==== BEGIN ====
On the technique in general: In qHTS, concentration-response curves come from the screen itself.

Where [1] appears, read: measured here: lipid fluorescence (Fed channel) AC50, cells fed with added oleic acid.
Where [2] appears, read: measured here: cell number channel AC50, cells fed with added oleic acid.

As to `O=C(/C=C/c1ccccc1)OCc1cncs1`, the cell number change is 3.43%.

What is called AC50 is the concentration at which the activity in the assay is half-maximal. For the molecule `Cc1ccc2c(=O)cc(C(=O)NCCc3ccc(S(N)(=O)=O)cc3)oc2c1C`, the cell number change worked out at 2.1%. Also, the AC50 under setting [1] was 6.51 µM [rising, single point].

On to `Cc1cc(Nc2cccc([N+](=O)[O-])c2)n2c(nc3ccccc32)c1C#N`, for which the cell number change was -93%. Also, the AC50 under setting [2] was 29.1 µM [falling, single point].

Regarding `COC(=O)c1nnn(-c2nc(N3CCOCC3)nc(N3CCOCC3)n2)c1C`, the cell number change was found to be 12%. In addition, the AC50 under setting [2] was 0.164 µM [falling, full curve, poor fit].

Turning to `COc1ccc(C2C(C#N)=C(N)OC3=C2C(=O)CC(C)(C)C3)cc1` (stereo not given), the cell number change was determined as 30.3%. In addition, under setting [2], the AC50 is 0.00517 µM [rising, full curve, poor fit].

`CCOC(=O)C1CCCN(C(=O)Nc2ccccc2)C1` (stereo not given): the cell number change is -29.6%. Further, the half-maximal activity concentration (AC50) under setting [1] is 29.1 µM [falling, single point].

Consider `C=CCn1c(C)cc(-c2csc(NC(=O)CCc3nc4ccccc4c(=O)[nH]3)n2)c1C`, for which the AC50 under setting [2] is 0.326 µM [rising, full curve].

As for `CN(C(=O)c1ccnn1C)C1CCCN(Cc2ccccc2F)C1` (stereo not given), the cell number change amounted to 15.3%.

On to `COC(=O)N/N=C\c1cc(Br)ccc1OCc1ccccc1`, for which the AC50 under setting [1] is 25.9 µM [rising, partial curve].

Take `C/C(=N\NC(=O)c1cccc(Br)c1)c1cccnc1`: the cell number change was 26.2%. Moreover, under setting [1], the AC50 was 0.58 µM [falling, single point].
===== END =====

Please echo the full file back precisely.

On the technique in general: In qHTS, concentration-response curves come from the screen itself.

Where [1] appears, read: measured here: lipid fluorescence (Fed channel) AC50, cells fed with added oleic acid.
Where [2] appears, read: measured here: cell number channel AC50, cells fed with added oleic acid.

As to `O=C(/C=C/c1ccccc1)OCc1cncs1`, the cell number change is 3.43%.

What is called AC50 is the concentration at which the activity in the assay is half-maximal. For the molecule `Cc1ccc2c(=O)cc(C(=O)NCCc3ccc(S(N)(=O)=O)cc3)oc2c1C`, the cell number change worked out at 2.1%. Also, the AC50 under setting [1] was 6.51 µM [rising, single point].

On to `Cc1cc(Nc2cccc([N+](=O)[O-])c2)n2c(nc3ccccc32)c1C#N`, for which the cell number change was -93%. Also, the AC50 under setting [2] was 29.1 µM [falling, single point].

Regarding `COC(=O)c1nnn(-c2nc(N3CCOCC3)nc(N3CCOCC3)n2)c1C`, the cell number change was found to be 12%. In addition, the AC50 under setting [2] was 0.164 µM [falling, full curve, poor fit].

Turning to `COc1ccc(C2C(C#N)=C(N)OC3=C2C(=O)CC(C)(C)C3)cc1` (stereo not given), the cell number change was determined as 30.3%. In addition, under setting [2], the AC50 is 0.00517 µM [rising, full curve, poor fit].

`CCOC(=O)C1CCCN(C(=O)Nc2ccccc2)C1` (stereo not given): the cell number change is -29.6%. Further, the half-maximal activity concentration (AC50) under setting [1] is 29.1 µM [falling, single point].

Consider `C=CCn1c(C)cc(-c2csc(NC(=O)CCc3nc4ccccc4c(=O)[nH]3)n2)c1C`, for which the AC50 under setting [2] is 0.326 µM [rising, full curve].

As for `CN(C(=O)c1ccnn1C)C1CCCN(Cc2ccccc2F)C1` (stereo not given), the cell number change amounted to 15.3%.

On to `COC(=O)N/N=C\c1cc(Br)ccc1OCc1ccccc1`, for which the AC50 under setting [1] is 25.9 µM [rising, partial curve].

Take `C/C(=N\NC(=O)c1cccc(Br)c1)c1cccnc1`: the cell number change was 26.2%. Moreover, under setting [1], the AC50 was 0.58 µM [falling, single point].